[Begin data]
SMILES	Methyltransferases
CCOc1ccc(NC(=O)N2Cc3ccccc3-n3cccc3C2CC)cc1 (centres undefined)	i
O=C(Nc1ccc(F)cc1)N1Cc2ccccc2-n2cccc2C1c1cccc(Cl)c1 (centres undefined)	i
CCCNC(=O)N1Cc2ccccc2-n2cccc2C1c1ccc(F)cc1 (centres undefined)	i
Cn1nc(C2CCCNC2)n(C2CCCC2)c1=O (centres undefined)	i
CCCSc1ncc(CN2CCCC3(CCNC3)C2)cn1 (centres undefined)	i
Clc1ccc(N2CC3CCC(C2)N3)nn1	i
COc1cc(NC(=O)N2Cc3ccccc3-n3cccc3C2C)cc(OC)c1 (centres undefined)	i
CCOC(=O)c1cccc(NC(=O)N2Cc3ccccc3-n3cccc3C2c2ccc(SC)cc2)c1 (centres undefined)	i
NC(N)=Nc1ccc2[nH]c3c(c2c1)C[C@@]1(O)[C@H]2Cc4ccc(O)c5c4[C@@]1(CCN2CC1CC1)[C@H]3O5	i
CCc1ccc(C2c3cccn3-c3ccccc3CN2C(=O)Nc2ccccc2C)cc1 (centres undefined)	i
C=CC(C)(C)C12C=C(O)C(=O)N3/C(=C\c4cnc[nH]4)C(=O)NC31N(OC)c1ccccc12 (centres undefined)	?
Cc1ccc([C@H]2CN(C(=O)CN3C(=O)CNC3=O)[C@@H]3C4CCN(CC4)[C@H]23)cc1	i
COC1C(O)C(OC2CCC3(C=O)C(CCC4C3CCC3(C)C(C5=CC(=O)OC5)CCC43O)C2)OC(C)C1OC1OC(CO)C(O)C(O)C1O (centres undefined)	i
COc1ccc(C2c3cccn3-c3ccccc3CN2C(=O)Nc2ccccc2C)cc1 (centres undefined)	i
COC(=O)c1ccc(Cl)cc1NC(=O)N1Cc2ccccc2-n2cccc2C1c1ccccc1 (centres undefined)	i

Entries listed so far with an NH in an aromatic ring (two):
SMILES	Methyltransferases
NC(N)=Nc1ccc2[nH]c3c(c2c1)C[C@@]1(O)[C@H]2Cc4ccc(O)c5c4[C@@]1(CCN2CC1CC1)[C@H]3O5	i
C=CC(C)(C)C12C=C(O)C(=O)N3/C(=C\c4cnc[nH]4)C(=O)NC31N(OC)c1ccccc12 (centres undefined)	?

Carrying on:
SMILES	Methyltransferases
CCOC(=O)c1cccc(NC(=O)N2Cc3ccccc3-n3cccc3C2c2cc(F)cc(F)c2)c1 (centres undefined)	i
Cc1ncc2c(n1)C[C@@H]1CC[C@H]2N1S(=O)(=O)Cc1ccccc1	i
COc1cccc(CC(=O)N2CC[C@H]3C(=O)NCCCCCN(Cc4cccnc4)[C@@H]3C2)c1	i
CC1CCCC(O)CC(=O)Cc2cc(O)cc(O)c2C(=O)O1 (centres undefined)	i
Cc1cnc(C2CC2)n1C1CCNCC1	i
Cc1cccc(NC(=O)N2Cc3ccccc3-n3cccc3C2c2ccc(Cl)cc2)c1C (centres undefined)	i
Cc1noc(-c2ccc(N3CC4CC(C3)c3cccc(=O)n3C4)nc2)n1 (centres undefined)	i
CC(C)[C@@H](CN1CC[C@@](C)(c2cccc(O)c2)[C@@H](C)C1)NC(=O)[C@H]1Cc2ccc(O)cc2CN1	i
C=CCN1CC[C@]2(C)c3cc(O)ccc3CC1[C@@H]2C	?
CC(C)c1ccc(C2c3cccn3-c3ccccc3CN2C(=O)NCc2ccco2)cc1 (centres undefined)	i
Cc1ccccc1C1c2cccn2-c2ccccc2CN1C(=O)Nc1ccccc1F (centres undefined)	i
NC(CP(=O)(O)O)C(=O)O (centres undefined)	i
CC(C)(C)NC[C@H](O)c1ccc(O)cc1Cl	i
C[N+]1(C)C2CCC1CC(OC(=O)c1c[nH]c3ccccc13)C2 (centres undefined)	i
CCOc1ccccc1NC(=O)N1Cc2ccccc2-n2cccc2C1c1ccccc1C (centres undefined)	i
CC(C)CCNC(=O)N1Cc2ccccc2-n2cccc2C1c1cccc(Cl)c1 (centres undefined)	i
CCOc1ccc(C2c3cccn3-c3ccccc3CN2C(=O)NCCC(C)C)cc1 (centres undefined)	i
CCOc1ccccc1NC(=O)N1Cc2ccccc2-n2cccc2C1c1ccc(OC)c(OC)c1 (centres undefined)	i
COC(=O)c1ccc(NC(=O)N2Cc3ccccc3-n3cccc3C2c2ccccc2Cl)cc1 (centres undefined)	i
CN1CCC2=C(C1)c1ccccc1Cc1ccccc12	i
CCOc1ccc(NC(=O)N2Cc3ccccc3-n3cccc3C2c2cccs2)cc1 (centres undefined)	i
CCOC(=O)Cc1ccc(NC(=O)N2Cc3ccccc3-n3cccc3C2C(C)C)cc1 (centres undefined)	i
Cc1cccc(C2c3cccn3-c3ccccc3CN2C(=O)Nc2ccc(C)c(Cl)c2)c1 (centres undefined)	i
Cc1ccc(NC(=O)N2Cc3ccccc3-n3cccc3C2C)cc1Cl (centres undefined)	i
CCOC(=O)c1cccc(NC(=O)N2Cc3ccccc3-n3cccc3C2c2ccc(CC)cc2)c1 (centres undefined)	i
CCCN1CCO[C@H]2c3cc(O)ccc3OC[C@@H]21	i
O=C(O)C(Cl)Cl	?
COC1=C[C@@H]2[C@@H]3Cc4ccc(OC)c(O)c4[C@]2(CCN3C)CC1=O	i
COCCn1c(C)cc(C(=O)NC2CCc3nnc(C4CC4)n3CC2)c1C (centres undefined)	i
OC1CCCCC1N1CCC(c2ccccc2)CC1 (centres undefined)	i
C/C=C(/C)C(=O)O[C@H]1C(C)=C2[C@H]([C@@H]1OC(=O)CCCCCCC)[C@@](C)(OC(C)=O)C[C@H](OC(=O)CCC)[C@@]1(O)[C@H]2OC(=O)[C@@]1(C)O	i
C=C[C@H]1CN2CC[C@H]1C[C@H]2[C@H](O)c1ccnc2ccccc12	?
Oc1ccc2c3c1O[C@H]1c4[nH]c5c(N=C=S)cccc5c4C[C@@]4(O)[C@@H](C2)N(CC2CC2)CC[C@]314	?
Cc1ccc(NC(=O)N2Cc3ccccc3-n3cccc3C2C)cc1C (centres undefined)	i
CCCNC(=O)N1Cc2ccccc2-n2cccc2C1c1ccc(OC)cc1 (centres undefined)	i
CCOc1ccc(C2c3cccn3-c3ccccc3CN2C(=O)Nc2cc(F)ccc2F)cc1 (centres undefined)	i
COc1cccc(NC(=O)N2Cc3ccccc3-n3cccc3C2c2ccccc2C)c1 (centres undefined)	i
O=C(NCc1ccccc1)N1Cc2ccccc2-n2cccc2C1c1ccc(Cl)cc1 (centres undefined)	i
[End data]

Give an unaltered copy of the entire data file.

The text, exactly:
SMILES	Methyltransferases
CCOc1ccc(NC(=O)N2Cc3ccccc3-n3cccc3C2CC)cc1 (centres undefined)	i
O=C(Nc1ccc(F)cc1)N1Cc2ccccc2-n2cccc2C1c1cccc(Cl)c1 (centres undefined)	i
CCCNC(=O)N1Cc2ccccc2-n2cccc2C1c1ccc(F)cc1 (centres undefined)	i
Cn1nc(C2CCCNC2)n(C2CCCC2)c1=O (centres undefined)	i
CCCSc1ncc(CN2CCCC3(CCNC3)C2)cn1 (centres undefined)	i
Clc1ccc(N2CC3CCC(C2)N3)nn1	i
COc1cc(NC(=O)N2Cc3ccccc3-n3cccc3C2C)cc(OC)c1 (centres undefined)	i
CCOC(=O)c1cccc(NC(=O)N2Cc3ccccc3-n3cccc3C2c2ccc(SC)cc2)c1 (centres undefined)	i
NC(N)=Nc1ccc2[nH]c3c(c2c1)C[C@@]1(O)[C@H]2Cc4ccc(O)c5c4[C@@]1(CCN2CC1CC1)[C@H]3O5	i
CCc1ccc(C2c3cccn3-c3ccccc3CN2C(=O)Nc2ccccc2C)cc1 (centres undefined)	i
C=CC(C)(C)C12C=C(O)C(=O)N3/C(=C\c4cnc[nH]4)C(=O)NC31N(OC)c1ccccc12 (centres undefined)	?
Cc1ccc([C@H]2CN(C(=O)CN3C(=O)CNC3=O)[C@@H]3C4CCN(CC4)[C@H]23)cc1	i
COC1C(O)C(OC2CCC3(C=O)C(CCC4C3CCC3(C)C(C5=CC(=O)OC5)CCC43O)C2)OC(C)C1OC1OC(CO)C(O)C(O)C1O (centres undefined)	i
COc1ccc(C2c3cccn3-c3ccccc3CN2C(=O)Nc2ccccc2C)cc1 (centres undefined)	i
COC(=O)c1ccc(Cl)cc1NC(=O)N1Cc2ccccc2-n2cccc2C1c1ccccc1 (centres undefined)	i

Entries listed so far with an NH in an aromatic ring (two):
SMILES	Methyltransferases
NC(N)=Nc1ccc2[nH]c3c(c2c1)C[C@@]1(O)[C@H]2Cc4ccc(O)c5c4[C@@]1(CCN2CC1CC1)[C@H]3O5	i
C=CC(C)(C)C12C=C(O)C(=O)N3/C(=C\c4cnc[nH]4)C(=O)NC31N(OC)c1ccccc12 (centres undefined)	?

Carrying on:
SMILES	Methyltransferases
CCOC(=O)c1cccc(NC(=O)N2Cc3ccccc3-n3cccc3C2c2cc(F)cc(F)c2)c1 (centres undefined)	i
Cc1ncc2c(n1)C[C@@H]1CC[C@H]2N1S(=O)(=O)Cc1ccccc1	i
COc1cccc(CC(=O)N2CC[C@H]3C(=O)NCCCCCN(Cc4cccnc4)[C@@H]3C2)c1	i
CC1CCCC(O)CC(=O)Cc2cc(O)cc(O)c2C(=O)O1 (centres undefined)	i
Cc1cnc(C2CC2)n1C1CCNCC1	i
Cc1cccc(NC(=O)N2Cc3ccccc3-n3cccc3C2c2ccc(Cl)cc2)c1C (centres undefined)	i
Cc1noc(-c2ccc(N3CC4CC(C3)c3cccc(=O)n3C4)nc2)n1 (centres undefined)	i
CC(C)[C@@H](CN1CC[C@@](C)(c2cccc(O)c2)[C@@H](C)C1)NC(=O)[C@H]1Cc2ccc(O)cc2CN1	i
C=CCN1CC[C@]2(C)c3cc(O)ccc3CC1[C@@H]2C	?
CC(C)c1ccc(C2c3cccn3-c3ccccc3CN2C(=O)NCc2ccco2)cc1 (centres undefined)	i
Cc1ccccc1C1c2cccn2-c2ccccc2CN1C(=O)Nc1ccccc1F (centres undefined)	i
NC(CP(=O)(O)O)C(=O)O (centres undefined)	i
CC(C)(C)NC[C@H](O)c1ccc(O)cc1Cl	i
C[N+]1(C)C2CCC1CC(OC(=O)c1c[nH]c3ccccc13)C2 (centres undefined)	i
CCOc1ccccc1NC(=O)N1Cc2ccccc2-n2cccc2C1c1ccccc1C (centres undefined)	i
CC(C)CCNC(=O)N1Cc2ccccc2-n2cccc2C1c1cccc(Cl)c1 (centres undefined)	i
CCOc1ccc(C2c3cccn3-c3ccccc3CN2C(=O)NCCC(C)C)cc1 (centres undefined)	i
CCOc1ccccc1NC(=O)N1Cc2ccccc2-n2cccc2C1c1ccc(OC)c(OC)c1 (centres undefined)	i
COC(=O)c1ccc(NC(=O)N2Cc3ccccc3-n3cccc3C2c2ccccc2Cl)cc1 (centres undefined)	i
CN1CCC2=C(C1)c1ccccc1Cc1ccccc12	i
CCOc1ccc(NC(=O)N2Cc3ccccc3-n3cccc3C2c2cccs2)cc1 (centres undefined)	i
CCOC(=O)Cc1ccc(NC(=O)N2Cc3ccccc3-n3cccc3C2C(C)C)cc1 (centres undefined)	i
Cc1cccc(C2c3cccn3-c3ccccc3CN2C(=O)Nc2ccc(C)c(Cl)c2)c1 (centres undefined)	i
Cc1ccc(NC(=O)N2Cc3ccccc3-n3cccc3C2C)cc1Cl (centres undefined)	i
CCOC(=O)c1cccc(NC(=O)N2Cc3ccccc3-n3cccc3C2c2ccc(CC)cc2)c1 (centres undefined)	i
CCCN1CCO[C@H]2c3cc(O)ccc3OC[C@@H]21	i
O=C(O)C(Cl)Cl	?
COC1=C[C@@H]2[C@@H]3Cc4ccc(OC)c(O)c4[C@]2(CCN3C)CC1=O	i
COCCn1c(C)cc(C(=O)NC2CCc3nnc(C4CC4)n3CC2)c1C (centres undefined)	i
OC1CCCCC1N1CCC(c2ccccc2)CC1 (centres undefined)	i
C/C=C(/C)C(=O)O[C@H]1C(C)=C2[C@H]([C@@H]1OC(=O)CCCCCCC)[C@@](C)(OC(C)=O)C[C@H](OC(=O)CCC)[C@@]1(O)[C@H]2OC(=O)[C@@]1(C)O	i
C=C[C@H]1CN2CC[C@H]1C[C@H]2[C@H](O)c1ccnc2ccccc12	?
Oc1ccc2c3c1O[C@H]1c4[nH]c5c(N=C=S)cccc5c4C[C@@]4(O)[C@@H](C2)N(CC2CC2)CC[C@]314	?
Cc1ccc(NC(=O)N2Cc3ccccc3-n3cccc3C2C)cc1C (centres undefined)	i
CCCNC(=O)N1Cc2ccccc2-n2cccc2C1c1ccc(OC)cc1 (centres undefined)	i
CCOc1ccc(C2c3cccn3-c3ccccc3CN2C(=O)Nc2cc(F)ccc2F)cc1 (centres undefined)	i
COc1cccc(NC(=O)N2Cc3ccccc3-n3cccc3C2c2ccccc2C)c1 (centres undefined)	i
O=C(NCc1ccccc1)N1Cc2ccccc2-n2cccc2C1c1ccc(Cl)cc1 (centres undefined)	i